Iyleen Judy Bwerinofa, Jacob Mahenehene, Makiwa Manaka, Bulisiwe Mulotshwa, Felix Murimbarimba, Moses Mutoko, Vincent Sarayi, Ian Scoones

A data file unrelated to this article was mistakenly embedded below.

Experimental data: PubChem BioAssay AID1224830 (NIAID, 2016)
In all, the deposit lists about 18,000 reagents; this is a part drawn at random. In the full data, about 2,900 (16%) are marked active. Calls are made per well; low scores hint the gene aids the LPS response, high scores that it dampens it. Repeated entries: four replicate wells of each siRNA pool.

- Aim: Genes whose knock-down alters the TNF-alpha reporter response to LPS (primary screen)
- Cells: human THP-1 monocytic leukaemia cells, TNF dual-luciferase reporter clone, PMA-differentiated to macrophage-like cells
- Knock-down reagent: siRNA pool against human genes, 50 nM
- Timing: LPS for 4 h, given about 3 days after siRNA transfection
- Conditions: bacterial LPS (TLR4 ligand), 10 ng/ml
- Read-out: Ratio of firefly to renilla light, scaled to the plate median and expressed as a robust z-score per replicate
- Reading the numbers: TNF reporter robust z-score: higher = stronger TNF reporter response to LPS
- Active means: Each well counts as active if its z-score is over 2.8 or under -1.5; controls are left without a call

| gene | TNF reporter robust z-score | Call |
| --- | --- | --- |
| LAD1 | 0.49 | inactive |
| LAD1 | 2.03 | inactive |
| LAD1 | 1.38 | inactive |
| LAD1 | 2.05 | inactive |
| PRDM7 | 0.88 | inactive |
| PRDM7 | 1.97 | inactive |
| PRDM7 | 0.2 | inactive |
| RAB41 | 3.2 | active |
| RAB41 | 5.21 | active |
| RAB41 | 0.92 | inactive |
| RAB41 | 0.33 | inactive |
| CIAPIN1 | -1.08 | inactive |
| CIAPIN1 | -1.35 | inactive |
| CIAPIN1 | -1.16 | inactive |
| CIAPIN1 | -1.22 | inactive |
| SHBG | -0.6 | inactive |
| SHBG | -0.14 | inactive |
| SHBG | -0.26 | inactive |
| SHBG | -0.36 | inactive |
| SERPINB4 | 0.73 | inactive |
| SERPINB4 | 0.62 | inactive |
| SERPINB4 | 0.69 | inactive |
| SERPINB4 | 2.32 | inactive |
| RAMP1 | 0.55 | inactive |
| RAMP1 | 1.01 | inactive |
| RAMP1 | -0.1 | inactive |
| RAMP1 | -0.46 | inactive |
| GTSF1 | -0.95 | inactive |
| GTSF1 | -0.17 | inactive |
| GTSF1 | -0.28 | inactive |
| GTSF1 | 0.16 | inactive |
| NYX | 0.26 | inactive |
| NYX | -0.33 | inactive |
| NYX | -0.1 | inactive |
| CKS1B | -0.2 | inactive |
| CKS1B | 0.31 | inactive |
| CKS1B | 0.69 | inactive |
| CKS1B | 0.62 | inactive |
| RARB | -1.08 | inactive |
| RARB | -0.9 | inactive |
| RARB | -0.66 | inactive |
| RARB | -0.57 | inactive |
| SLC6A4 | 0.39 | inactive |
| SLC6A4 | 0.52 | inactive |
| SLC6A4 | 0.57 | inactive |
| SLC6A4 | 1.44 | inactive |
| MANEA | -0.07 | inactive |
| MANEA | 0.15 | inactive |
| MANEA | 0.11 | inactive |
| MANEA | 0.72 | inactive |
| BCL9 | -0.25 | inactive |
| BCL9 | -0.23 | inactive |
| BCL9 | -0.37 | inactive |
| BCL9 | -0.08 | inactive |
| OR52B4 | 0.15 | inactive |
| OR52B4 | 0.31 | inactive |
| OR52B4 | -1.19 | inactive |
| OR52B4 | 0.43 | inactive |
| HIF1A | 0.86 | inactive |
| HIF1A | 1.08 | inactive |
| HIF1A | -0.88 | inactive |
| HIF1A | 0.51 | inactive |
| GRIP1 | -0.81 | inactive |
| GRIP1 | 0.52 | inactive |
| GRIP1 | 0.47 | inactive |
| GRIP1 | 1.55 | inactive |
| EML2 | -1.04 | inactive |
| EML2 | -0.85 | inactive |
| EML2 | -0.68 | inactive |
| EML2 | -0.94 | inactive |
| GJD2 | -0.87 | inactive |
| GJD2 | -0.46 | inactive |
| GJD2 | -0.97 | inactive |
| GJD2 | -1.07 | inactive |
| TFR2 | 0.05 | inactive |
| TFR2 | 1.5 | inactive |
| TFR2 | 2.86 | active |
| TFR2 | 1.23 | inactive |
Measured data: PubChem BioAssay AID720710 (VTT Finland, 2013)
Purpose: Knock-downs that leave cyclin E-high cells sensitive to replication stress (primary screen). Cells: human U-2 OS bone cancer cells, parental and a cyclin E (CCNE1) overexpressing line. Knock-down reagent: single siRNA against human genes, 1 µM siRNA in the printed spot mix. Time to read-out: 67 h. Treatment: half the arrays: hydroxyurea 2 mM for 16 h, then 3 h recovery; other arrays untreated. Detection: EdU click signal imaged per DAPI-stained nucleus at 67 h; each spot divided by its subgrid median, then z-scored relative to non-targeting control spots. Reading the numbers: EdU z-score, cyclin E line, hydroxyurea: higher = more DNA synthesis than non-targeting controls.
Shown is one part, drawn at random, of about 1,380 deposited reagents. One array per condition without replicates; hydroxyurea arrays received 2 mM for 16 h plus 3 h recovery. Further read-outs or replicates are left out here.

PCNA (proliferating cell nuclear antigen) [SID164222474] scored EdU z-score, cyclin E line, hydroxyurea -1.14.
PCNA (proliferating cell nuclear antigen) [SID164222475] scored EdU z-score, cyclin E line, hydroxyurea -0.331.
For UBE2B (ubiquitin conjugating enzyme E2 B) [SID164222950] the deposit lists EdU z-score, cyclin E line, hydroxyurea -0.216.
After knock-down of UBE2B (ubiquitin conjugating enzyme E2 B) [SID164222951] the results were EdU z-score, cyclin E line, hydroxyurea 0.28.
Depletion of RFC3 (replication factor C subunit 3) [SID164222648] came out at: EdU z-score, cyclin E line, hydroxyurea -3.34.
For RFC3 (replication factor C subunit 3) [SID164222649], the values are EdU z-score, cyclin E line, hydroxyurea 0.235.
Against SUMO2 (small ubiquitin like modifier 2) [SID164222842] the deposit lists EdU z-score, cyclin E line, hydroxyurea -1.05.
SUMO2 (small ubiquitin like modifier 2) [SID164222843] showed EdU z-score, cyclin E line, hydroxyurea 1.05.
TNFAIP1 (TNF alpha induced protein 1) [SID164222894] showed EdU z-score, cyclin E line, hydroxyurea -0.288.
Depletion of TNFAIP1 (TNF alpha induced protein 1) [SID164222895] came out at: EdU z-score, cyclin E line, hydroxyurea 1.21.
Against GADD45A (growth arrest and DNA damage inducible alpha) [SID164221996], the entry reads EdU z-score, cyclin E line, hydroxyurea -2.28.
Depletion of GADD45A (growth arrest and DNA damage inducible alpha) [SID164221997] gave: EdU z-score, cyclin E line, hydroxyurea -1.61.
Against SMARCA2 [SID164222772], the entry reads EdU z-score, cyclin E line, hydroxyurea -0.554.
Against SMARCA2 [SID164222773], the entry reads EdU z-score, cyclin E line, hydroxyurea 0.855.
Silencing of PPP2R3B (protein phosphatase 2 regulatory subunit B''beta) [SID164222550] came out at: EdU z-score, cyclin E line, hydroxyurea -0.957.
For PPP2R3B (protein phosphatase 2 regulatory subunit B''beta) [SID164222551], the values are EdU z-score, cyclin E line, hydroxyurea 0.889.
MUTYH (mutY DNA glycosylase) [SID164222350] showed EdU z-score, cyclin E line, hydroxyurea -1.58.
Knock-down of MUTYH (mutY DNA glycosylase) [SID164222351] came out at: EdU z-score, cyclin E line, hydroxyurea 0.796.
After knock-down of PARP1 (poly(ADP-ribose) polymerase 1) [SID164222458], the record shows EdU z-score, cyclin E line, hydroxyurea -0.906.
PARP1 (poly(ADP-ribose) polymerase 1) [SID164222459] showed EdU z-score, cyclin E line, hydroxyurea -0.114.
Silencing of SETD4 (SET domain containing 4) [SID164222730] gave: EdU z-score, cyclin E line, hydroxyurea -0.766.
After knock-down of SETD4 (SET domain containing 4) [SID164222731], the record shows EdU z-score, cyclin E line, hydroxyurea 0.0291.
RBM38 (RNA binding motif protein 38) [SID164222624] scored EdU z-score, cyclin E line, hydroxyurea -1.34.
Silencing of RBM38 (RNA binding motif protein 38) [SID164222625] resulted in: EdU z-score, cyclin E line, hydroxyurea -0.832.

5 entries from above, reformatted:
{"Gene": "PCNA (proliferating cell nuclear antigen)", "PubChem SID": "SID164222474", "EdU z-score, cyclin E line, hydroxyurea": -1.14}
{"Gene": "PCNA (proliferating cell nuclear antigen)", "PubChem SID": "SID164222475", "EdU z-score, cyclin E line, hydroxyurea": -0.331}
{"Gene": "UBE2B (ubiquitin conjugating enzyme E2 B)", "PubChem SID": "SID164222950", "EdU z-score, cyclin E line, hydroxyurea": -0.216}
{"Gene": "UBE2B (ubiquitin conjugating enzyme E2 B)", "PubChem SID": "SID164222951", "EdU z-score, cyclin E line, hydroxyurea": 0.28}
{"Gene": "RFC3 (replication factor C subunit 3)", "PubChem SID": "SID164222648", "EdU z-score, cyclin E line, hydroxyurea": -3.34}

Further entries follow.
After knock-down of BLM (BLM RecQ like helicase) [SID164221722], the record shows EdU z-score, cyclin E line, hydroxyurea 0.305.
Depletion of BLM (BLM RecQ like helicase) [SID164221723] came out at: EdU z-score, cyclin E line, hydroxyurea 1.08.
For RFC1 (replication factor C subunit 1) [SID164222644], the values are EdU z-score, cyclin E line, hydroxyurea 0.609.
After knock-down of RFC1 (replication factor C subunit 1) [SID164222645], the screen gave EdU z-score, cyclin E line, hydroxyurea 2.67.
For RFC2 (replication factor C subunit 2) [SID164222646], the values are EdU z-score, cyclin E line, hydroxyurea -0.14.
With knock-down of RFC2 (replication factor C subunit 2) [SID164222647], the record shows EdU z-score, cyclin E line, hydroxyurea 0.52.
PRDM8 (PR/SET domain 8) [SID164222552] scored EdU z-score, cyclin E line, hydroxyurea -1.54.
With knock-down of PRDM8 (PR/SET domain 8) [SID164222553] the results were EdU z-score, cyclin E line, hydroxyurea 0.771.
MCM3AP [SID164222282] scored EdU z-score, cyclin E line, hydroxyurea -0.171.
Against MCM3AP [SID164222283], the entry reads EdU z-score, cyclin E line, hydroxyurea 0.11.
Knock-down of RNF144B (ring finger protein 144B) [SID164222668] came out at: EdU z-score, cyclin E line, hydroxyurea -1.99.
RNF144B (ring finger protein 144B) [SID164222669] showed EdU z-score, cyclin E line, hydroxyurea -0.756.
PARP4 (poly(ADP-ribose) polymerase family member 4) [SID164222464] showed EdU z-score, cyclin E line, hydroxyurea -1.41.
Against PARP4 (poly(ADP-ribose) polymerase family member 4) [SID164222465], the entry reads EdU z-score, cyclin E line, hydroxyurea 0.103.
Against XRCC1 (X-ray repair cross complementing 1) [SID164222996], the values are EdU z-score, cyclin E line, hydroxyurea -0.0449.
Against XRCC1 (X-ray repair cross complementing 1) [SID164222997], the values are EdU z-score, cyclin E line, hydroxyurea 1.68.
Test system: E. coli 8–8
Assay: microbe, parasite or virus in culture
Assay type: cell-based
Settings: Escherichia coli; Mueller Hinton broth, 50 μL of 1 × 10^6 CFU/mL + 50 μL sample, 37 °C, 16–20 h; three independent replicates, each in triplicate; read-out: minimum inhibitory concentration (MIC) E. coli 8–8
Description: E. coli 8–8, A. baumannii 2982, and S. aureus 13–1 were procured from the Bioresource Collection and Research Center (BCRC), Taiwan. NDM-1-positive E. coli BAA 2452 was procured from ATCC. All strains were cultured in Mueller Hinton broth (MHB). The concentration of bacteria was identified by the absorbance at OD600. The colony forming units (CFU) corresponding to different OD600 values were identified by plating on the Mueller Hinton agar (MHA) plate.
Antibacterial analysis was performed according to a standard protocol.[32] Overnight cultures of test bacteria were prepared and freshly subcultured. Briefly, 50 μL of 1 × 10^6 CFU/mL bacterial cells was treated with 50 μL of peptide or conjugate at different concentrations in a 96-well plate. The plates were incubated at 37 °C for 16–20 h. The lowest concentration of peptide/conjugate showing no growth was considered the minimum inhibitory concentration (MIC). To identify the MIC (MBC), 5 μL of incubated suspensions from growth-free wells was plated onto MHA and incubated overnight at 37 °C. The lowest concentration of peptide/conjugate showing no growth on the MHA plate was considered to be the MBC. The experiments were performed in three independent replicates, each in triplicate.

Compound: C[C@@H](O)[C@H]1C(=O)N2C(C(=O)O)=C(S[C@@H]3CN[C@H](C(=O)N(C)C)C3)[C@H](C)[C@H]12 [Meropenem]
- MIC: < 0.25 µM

Based on real-time recording and reflection of responses to the COVID-19 pandemic, this article identifies the features of ‘community resilience’ across sites in rural Zimbabwe. The findings confirm the importance of local knowledge, social networks and communication, as highlighted in the literature. In addition, a number of other aspects are emphasised, including the importance of adaptable livelihoods, innovation and collective learning. Flexible adaptation was especially important for responding to lockdowns, as livelihoods had to be reconfigured in response to public health measures. Meanwhile, innovation and shared learning was vital for generating local treatment responses to the disease. In the Zimbabwe context, these adaptation and innovation capabilities emerge from a particular historical experience where resilience in the face of harsh economic conditions and in the absence of state support has been generated over years. This is often a more resigned coping than a positive, empowering, transformational form of resilience. While adaptation, innovation and shared learning capabilities proved useful during the pandemic, they are not evenly spread, and there is no singular ‘community’ around which resilience emerges. The article therefore argues against seeing ‘community resilience’ as the magic bullet for disaster preparedness and response in the context of pandemics. Instead, the highly differentiated local practices of adaptation, innovation and shared learning—across gender, age and wealth differences—should be seen as an important complement to public, state-led support in health emergencies and so are part of a wider, plural health system.